Thursday, September 17, 2009

The Curious Case of the Florida Marlins

We've nearly made it through the entire 2009 season, yet I still don't know what to make of these Florida Marlins. Some days, they surprise you and take two of three from the Cardinals, in St. Louis, including one against Cy Young candidate Adam Wainwright. Then there are the days where the Marlins surprise you, in the bad way. Those are the days that they lose two of three to the Nationals.

Really, we are 16 games away from the end of the regular season and all we know for sure about this team is that Hanley Ramirez is one of the best position players in baseball, Josh Johnson is a stud (or as Josh Q. Public put it, he's the "most unsung pitcher in baseball."), and that the team has covered the Vegas over of 76.5 wins that was set at the beginning of the season.

With 16 games left in the season, the Marlins sit 4.5 games back of the Wild Card, and 7 games back of the Phillies for the division. According to coolstandings.com, the Marlins still have a 4.8 percent chance of making the playoffs (as of today). Yes, that is a slim chance, but they're not mathematically eliminated. Yet.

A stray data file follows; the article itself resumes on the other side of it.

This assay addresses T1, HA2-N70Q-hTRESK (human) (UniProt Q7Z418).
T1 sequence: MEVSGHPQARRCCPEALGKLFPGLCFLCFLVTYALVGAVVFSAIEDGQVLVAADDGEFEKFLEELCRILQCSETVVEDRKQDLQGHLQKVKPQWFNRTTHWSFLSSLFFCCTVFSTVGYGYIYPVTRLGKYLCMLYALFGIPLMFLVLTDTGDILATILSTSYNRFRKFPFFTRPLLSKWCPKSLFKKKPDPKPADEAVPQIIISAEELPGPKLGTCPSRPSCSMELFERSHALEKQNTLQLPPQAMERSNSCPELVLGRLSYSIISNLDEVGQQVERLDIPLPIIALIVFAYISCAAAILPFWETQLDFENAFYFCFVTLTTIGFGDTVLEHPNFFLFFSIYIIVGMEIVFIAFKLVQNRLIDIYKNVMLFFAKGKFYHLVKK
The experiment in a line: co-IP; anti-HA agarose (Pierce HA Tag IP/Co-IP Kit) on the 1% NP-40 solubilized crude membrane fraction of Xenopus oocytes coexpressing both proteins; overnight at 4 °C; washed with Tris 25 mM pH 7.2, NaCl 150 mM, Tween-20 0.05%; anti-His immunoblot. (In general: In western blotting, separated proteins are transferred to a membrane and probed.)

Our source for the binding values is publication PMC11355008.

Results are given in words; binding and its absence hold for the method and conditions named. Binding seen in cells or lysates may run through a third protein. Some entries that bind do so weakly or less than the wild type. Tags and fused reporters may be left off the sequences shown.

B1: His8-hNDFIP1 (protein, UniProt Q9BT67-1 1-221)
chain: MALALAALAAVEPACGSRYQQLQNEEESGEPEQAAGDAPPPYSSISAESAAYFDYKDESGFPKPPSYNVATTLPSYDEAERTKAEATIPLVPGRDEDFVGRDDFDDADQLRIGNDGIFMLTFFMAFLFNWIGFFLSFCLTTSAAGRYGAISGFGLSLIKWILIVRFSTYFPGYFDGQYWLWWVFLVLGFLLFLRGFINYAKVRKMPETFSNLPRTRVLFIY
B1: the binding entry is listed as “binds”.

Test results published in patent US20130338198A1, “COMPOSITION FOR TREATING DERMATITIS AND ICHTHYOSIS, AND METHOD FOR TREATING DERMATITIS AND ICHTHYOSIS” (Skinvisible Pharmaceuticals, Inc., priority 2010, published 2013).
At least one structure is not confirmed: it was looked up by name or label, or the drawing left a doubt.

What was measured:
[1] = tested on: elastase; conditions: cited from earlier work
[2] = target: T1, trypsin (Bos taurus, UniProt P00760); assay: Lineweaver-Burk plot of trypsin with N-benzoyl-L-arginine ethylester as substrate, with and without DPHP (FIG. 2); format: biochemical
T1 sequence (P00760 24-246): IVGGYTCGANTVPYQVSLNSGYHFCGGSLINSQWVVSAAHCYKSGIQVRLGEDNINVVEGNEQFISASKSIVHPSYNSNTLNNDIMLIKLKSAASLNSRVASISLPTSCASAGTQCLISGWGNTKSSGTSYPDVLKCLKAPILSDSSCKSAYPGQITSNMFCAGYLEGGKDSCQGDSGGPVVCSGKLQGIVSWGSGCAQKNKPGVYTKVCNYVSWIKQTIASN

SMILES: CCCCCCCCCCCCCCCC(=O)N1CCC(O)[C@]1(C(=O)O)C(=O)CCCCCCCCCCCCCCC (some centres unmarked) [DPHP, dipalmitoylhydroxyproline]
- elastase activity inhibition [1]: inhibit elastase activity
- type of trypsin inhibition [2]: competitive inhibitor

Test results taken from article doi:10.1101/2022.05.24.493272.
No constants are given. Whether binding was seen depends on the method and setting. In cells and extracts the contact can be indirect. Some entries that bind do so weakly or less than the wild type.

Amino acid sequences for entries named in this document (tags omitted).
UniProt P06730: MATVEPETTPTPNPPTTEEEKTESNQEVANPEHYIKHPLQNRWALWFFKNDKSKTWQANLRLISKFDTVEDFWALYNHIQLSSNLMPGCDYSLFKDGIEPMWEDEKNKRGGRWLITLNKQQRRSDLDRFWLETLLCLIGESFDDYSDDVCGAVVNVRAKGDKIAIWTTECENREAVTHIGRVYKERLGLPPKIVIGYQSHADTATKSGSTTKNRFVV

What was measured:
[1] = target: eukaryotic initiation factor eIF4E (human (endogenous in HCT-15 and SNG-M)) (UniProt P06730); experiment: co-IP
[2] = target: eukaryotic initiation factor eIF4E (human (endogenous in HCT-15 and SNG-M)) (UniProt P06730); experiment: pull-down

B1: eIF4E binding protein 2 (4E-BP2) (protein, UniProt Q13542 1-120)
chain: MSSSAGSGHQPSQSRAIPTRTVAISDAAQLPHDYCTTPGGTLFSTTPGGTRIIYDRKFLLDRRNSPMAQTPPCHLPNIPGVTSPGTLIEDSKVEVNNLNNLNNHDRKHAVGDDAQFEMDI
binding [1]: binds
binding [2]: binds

Unfortunately for the Marlins, zero of those 16 remaining games come against the Rockies or Giants, the two teams ahead of them in the Wild Card race. Fortunately, 12 of those 16 come against division opponents, including six against the Phillies. That means the Fish have a better chance at catching the Phillies, despite mathematically having a better shot at winning the Wild Card, if that can somehow make sense.

If the Marlins want to sniff the postseason this year, the team will likely have to sweep those six games from Philadelphia, or at the very least, win five of those. The Fish will probably have to finish on a 13-3 run (and that's being generous) if they want a shot at a third World Series title.

But that's the difficult thing about this team: it's hard to gauge how they will finish the season. Starting pitching outside of JJ has had its ups and downs. The bats have been hot, and they've been lukewarm, too. And the bullpen has had issues of its own, as well (I'm looking at you, Leo Nunez).

This has been a team that somehow has managed to overachieve while simultaneously underacheiving. It's a curious case, that's for sure, and these last few weeks of the season could shape up to be interesting if the Marlins play like they do when they surprise fans, in the good way, of course.

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